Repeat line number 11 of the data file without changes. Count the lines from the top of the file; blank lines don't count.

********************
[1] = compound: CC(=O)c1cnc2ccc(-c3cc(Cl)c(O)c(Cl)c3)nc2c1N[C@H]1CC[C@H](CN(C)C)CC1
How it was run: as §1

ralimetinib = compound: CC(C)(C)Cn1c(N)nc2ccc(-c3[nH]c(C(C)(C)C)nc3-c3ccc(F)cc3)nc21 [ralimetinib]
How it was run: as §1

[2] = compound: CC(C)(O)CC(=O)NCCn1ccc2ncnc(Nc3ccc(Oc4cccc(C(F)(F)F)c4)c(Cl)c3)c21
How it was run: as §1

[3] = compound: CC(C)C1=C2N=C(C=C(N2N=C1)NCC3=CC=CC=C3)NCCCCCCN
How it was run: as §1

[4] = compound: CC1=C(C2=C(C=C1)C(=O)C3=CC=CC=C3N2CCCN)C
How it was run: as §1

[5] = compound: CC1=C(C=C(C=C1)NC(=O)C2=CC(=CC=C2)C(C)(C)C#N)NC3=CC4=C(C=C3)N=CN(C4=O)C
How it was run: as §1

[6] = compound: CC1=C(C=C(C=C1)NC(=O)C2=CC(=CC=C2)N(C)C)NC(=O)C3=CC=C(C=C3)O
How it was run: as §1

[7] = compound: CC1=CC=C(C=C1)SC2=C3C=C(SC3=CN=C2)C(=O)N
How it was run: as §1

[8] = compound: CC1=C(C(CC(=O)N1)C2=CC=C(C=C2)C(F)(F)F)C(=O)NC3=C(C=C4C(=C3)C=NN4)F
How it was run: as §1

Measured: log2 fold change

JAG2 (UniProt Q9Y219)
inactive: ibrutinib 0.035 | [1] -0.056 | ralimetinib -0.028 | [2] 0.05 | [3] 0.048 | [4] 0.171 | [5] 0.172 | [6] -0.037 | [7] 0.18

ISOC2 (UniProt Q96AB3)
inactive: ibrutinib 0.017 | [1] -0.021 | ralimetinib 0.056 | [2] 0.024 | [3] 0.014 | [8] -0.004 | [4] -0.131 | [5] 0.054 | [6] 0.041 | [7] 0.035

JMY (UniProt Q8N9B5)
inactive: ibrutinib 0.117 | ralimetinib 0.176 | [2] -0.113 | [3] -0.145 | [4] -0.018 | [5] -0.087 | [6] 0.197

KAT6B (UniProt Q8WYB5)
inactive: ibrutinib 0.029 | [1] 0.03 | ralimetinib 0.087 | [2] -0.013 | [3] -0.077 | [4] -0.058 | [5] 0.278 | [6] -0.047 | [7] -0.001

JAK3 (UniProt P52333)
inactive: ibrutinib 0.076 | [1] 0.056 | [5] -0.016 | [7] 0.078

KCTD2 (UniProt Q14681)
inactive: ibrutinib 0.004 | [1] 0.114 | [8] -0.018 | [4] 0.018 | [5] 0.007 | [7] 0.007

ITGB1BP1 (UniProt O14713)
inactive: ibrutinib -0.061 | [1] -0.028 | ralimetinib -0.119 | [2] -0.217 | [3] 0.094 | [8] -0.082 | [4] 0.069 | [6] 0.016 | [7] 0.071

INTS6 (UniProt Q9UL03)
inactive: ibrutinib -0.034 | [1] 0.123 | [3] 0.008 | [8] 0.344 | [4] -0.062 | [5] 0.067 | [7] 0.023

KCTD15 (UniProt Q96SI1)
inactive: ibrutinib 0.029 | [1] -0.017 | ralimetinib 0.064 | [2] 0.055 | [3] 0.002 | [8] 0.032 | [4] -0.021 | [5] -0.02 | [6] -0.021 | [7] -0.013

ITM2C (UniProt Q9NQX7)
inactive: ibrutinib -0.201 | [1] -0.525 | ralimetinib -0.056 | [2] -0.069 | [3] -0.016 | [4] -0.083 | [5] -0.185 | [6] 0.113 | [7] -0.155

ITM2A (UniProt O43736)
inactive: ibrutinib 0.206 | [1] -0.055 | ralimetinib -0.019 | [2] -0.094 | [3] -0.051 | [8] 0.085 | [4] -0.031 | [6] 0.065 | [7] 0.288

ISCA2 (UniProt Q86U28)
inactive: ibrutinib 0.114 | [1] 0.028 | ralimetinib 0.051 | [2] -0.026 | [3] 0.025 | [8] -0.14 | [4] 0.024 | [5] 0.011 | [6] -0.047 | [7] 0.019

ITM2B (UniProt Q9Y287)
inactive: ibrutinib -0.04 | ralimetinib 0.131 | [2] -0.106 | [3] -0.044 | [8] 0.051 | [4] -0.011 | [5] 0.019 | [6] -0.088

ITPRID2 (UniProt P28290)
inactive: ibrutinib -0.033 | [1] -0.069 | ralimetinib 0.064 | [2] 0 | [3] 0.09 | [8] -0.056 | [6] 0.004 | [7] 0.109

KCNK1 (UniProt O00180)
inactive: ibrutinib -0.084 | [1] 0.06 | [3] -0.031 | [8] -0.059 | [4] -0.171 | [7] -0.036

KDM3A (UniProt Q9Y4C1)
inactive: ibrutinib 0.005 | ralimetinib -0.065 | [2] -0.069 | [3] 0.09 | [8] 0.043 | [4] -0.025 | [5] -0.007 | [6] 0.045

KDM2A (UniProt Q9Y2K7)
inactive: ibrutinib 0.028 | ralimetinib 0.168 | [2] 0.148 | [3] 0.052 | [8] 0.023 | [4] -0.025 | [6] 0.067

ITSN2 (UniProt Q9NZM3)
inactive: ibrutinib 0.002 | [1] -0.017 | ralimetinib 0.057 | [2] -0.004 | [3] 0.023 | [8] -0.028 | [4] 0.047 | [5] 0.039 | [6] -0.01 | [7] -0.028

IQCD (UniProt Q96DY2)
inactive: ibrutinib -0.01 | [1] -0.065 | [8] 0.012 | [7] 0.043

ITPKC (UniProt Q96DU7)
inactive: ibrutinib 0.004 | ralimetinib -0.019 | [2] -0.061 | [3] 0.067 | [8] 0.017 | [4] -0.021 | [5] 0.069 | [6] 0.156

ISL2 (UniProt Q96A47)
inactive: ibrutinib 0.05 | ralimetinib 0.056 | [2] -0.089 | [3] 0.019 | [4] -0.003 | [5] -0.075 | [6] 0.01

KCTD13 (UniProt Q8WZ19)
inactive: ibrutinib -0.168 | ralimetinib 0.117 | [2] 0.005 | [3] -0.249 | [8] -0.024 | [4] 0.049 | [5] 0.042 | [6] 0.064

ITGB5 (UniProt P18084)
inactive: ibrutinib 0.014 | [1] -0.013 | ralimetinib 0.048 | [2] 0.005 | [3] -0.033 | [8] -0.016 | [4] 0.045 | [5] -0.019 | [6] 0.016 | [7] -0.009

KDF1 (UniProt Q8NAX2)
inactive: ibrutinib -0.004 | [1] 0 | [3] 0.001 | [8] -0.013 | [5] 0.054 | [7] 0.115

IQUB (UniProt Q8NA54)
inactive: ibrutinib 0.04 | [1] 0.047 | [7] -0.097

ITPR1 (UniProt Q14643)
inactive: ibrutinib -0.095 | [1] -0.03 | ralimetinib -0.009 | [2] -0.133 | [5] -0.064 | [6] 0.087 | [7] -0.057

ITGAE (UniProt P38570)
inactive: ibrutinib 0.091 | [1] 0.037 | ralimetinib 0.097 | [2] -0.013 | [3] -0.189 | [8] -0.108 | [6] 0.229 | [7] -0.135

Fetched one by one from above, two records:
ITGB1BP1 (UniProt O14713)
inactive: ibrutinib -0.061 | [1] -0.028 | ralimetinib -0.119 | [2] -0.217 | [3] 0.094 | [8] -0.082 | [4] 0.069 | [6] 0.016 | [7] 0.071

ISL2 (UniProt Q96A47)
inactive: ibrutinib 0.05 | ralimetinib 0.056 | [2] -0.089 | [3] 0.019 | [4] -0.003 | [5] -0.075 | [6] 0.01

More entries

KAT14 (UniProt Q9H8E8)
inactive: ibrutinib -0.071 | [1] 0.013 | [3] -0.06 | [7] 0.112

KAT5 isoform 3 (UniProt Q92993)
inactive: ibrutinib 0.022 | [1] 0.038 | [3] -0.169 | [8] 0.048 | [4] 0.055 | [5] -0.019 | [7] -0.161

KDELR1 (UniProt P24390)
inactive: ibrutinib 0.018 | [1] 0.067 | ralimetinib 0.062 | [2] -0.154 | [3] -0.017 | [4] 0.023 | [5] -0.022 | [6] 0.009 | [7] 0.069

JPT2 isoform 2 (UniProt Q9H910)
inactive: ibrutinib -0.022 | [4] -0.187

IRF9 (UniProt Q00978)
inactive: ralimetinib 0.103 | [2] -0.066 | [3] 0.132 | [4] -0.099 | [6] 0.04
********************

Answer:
[5] = compound: CC1=C(C=C(C=C1)NC(=O)C2=CC(=CC=C2)C(C)(C)C#N)NC3=CC4=C(C=C3)N=CN(C4=O)C